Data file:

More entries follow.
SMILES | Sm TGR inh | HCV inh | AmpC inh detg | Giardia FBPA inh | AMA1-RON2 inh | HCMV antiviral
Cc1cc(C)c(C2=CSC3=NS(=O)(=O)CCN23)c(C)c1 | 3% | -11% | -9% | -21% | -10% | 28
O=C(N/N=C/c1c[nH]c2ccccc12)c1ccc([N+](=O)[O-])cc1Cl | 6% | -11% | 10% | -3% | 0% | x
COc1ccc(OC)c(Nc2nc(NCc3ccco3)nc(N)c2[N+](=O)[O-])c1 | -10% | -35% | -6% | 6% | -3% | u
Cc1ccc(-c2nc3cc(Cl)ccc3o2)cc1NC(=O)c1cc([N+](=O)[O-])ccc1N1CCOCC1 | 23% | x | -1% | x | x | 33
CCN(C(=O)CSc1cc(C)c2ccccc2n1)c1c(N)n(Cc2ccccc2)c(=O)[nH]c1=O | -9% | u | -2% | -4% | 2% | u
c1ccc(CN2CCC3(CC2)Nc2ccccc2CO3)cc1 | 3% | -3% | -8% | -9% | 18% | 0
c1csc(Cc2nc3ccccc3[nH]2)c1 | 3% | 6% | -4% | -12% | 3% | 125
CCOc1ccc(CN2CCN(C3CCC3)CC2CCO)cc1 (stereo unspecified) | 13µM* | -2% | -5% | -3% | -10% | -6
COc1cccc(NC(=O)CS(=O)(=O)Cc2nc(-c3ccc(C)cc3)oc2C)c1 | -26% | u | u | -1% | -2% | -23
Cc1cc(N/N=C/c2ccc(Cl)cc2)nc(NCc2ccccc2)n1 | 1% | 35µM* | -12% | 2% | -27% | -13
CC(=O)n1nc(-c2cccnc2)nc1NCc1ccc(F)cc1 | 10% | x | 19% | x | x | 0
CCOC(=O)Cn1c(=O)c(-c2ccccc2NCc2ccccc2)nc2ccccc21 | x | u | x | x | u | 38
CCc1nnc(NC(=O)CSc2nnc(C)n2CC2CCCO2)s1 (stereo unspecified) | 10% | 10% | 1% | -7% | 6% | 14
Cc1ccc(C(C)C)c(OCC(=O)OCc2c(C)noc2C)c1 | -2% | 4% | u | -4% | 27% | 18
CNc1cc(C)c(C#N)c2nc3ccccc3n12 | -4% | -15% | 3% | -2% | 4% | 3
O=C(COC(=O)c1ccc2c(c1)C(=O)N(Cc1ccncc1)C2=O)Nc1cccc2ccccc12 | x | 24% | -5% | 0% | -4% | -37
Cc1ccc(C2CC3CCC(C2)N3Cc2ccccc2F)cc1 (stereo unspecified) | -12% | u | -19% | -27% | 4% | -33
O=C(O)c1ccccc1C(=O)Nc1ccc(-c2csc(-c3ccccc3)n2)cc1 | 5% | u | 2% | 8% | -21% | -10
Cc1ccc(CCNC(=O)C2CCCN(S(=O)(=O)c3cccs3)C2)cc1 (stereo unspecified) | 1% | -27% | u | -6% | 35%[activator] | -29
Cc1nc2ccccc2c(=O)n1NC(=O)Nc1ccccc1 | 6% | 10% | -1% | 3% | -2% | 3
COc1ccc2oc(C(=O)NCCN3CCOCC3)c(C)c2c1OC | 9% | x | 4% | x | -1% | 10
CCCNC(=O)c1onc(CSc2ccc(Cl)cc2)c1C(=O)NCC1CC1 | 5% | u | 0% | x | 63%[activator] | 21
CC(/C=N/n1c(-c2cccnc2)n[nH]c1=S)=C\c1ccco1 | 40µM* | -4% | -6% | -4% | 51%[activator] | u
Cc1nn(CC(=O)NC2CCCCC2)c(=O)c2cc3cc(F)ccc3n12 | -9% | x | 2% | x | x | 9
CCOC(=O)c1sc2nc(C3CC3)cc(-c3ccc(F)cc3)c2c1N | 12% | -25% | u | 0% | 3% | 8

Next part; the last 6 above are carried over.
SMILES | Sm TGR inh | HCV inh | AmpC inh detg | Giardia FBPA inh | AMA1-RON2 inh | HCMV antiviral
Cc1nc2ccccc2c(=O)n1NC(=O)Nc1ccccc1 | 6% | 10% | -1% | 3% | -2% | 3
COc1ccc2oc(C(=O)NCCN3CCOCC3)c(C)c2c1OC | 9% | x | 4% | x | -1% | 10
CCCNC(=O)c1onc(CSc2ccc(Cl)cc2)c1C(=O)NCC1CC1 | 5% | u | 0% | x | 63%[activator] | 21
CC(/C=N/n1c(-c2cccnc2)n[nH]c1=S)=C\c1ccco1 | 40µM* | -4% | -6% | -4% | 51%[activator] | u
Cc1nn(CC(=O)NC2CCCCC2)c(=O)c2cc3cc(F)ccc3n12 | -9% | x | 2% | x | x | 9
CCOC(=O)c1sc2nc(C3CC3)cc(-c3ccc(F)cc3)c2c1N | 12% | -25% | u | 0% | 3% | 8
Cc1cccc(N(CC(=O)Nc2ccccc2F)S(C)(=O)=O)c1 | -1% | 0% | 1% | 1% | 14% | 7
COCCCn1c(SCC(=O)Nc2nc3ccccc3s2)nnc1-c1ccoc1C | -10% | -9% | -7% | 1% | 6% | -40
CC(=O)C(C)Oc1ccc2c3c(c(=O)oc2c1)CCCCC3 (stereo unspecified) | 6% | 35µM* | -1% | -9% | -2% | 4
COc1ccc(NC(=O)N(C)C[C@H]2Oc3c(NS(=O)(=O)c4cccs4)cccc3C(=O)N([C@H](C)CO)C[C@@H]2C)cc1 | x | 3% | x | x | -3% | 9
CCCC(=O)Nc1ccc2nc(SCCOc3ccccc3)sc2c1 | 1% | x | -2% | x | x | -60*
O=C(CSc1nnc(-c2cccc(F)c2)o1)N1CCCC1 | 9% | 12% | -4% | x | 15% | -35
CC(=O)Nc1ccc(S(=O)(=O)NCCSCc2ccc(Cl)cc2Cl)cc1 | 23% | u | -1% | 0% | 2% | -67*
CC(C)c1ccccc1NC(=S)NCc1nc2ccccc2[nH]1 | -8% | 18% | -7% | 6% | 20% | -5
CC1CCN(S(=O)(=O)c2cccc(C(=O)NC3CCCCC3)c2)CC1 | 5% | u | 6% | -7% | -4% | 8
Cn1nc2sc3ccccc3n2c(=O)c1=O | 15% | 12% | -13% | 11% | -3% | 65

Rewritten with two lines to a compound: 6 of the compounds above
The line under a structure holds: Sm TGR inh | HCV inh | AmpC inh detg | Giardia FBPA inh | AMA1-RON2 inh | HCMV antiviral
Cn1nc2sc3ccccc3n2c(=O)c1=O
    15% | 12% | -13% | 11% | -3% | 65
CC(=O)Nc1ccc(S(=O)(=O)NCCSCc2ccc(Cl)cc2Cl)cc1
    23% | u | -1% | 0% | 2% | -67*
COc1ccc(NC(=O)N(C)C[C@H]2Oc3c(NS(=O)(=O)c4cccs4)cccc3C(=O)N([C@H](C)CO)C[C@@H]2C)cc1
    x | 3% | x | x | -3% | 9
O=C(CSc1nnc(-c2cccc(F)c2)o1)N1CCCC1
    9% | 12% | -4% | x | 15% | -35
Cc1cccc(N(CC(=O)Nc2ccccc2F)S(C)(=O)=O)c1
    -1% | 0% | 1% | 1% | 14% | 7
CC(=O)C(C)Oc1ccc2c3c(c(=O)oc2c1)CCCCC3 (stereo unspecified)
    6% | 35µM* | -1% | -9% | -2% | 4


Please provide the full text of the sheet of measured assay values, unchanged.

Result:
More entries follow.
SMILES | Sm TGR inh | HCV inh | AmpC inh detg | Giardia FBPA inh | AMA1-RON2 inh | HCMV antiviral
Cc1cc(C)c(C2=CSC3=NS(=O)(=O)CCN23)c(C)c1 | 3% | -11% | -9% | -21% | -10% | 28
O=C(N/N=C/c1c[nH]c2ccccc12)c1ccc([N+](=O)[O-])cc1Cl | 6% | -11% | 10% | -3% | 0% | x
COc1ccc(OC)c(Nc2nc(NCc3ccco3)nc(N)c2[N+](=O)[O-])c1 | -10% | -35% | -6% | 6% | -3% | u
Cc1ccc(-c2nc3cc(Cl)ccc3o2)cc1NC(=O)c1cc([N+](=O)[O-])ccc1N1CCOCC1 | 23% | x | -1% | x | x | 33
CCN(C(=O)CSc1cc(C)c2ccccc2n1)c1c(N)n(Cc2ccccc2)c(=O)[nH]c1=O | -9% | u | -2% | -4% | 2% | u
c1ccc(CN2CCC3(CC2)Nc2ccccc2CO3)cc1 | 3% | -3% | -8% | -9% | 18% | 0
c1csc(Cc2nc3ccccc3[nH]2)c1 | 3% | 6% | -4% | -12% | 3% | 125
CCOc1ccc(CN2CCN(C3CCC3)CC2CCO)cc1 (stereo unspecified) | 13µM* | -2% | -5% | -3% | -10% | -6
COc1cccc(NC(=O)CS(=O)(=O)Cc2nc(-c3ccc(C)cc3)oc2C)c1 | -26% | u | u | -1% | -2% | -23
Cc1cc(N/N=C/c2ccc(Cl)cc2)nc(NCc2ccccc2)n1 | 1% | 35µM* | -12% | 2% | -27% | -13
CC(=O)n1nc(-c2cccnc2)nc1NCc1ccc(F)cc1 | 10% | x | 19% | x | x | 0
CCOC(=O)Cn1c(=O)c(-c2ccccc2NCc2ccccc2)nc2ccccc21 | x | u | x | x | u | 38
CCc1nnc(NC(=O)CSc2nnc(C)n2CC2CCCO2)s1 (stereo unspecified) | 10% | 10% | 1% | -7% | 6% | 14
Cc1ccc(C(C)C)c(OCC(=O)OCc2c(C)noc2C)c1 | -2% | 4% | u | -4% | 27% | 18
CNc1cc(C)c(C#N)c2nc3ccccc3n12 | -4% | -15% | 3% | -2% | 4% | 3
O=C(COC(=O)c1ccc2c(c1)C(=O)N(Cc1ccncc1)C2=O)Nc1cccc2ccccc12 | x | 24% | -5% | 0% | -4% | -37
Cc1ccc(C2CC3CCC(C2)N3Cc2ccccc2F)cc1 (stereo unspecified) | -12% | u | -19% | -27% | 4% | -33
O=C(O)c1ccccc1C(=O)Nc1ccc(-c2csc(-c3ccccc3)n2)cc1 | 5% | u | 2% | 8% | -21% | -10
Cc1ccc(CCNC(=O)C2CCCN(S(=O)(=O)c3cccs3)C2)cc1 (stereo unspecified) | 1% | -27% | u | -6% | 35%[activator] | -29
Cc1nc2ccccc2c(=O)n1NC(=O)Nc1ccccc1 | 6% | 10% | -1% | 3% | -2% | 3
COc1ccc2oc(C(=O)NCCN3CCOCC3)c(C)c2c1OC | 9% | x | 4% | x | -1% | 10
CCCNC(=O)c1onc(CSc2ccc(Cl)cc2)c1C(=O)NCC1CC1 | 5% | u | 0% | x | 63%[activator] | 21
CC(/C=N/n1c(-c2cccnc2)n[nH]c1=S)=C\c1ccco1 | 40µM* | -4% | -6% | -4% | 51%[activator] | u
Cc1nn(CC(=O)NC2CCCCC2)c(=O)c2cc3cc(F)ccc3n12 | -9% | x | 2% | x | x | 9
CCOC(=O)c1sc2nc(C3CC3)cc(-c3ccc(F)cc3)c2c1N | 12% | -25% | u | 0% | 3% | 8

Next part; the last 6 above are carried over.
SMILES | Sm TGR inh | HCV inh | AmpC inh detg | Giardia FBPA inh | AMA1-RON2 inh | HCMV antiviral
Cc1nc2ccccc2c(=O)n1NC(=O)Nc1ccccc1 | 6% | 10% | -1% | 3% | -2% | 3
COc1ccc2oc(C(=O)NCCN3CCOCC3)c(C)c2c1OC | 9% | x | 4% | x | -1% | 10
CCCNC(=O)c1onc(CSc2ccc(Cl)cc2)c1C(=O)NCC1CC1 | 5% | u | 0% | x | 63%[activator] | 21
CC(/C=N/n1c(-c2cccnc2)n[nH]c1=S)=C\c1ccco1 | 40µM* | -4% | -6% | -4% | 51%[activator] | u
Cc1nn(CC(=O)NC2CCCCC2)c(=O)c2cc3cc(F)ccc3n12 | -9% | x | 2% | x | x | 9
CCOC(=O)c1sc2nc(C3CC3)cc(-c3ccc(F)cc3)c2c1N | 12% | -25% | u | 0% | 3% | 8
Cc1cccc(N(CC(=O)Nc2ccccc2F)S(C)(=O)=O)c1 | -1% | 0% | 1% | 1% | 14% | 7
COCCCn1c(SCC(=O)Nc2nc3ccccc3s2)nnc1-c1ccoc1C | -10% | -9% | -7% | 1% | 6% | -40
CC(=O)C(C)Oc1ccc2c3c(c(=O)oc2c1)CCCCC3 (stereo unspecified) | 6% | 35µM* | -1% | -9% | -2% | 4
COc1ccc(NC(=O)N(C)C[C@H]2Oc3c(NS(=O)(=O)c4cccs4)cccc3C(=O)N([C@H](C)CO)C[C@@H]2C)cc1 | x | 3% | x | x | -3% | 9
CCCC(=O)Nc1ccc2nc(SCCOc3ccccc3)sc2c1 | 1% | x | -2% | x | x | -60*
O=C(CSc1nnc(-c2cccc(F)c2)o1)N1CCCC1 | 9% | 12% | -4% | x | 15% | -35
CC(=O)Nc1ccc(S(=O)(=O)NCCSCc2ccc(Cl)cc2Cl)cc1 | 23% | u | -1% | 0% | 2% | -67*
CC(C)c1ccccc1NC(=S)NCc1nc2ccccc2[nH]1 | -8% | 18% | -7% | 6% | 20% | -5
CC1CCN(S(=O)(=O)c2cccc(C(=O)NC3CCCCC3)c2)CC1 | 5% | u | 6% | -7% | -4% | 8
Cn1nc2sc3ccccc3n2c(=O)c1=O | 15% | 12% | -13% | 11% | -3% | 65

Rewritten with two lines to a compound: 6 of the compounds above
The line under a structure holds: Sm TGR inh | HCV inh | AmpC inh detg | Giardia FBPA inh | AMA1-RON2 inh | HCMV antiviral
Cn1nc2sc3ccccc3n2c(=O)c1=O
    15% | 12% | -13% | 11% | -3% | 65
CC(=O)Nc1ccc(S(=O)(=O)NCCSCc2ccc(Cl)cc2Cl)cc1
    23% | u | -1% | 0% | 2% | -67*
COc1ccc(NC(=O)N(C)C[C@H]2Oc3c(NS(=O)(=O)c4cccs4)cccc3C(=O)N([C@H](C)CO)C[C@@H]2C)cc1
    x | 3% | x | x | -3% | 9
O=C(CSc1nnc(-c2cccc(F)c2)o1)N1CCCC1
    9% | 12% | -4% | x | 15% | -35
Cc1cccc(N(CC(=O)Nc2ccccc2F)S(C)(=O)=O)c1
    -1% | 0% | 1% | 1% | 14% | 7
CC(=O)C(C)Oc1ccc2c3c(c(=O)oc2c1)CCCCC3 (stereo unspecified)
    6% | 35µM* | -1% | -9% | -2% | 4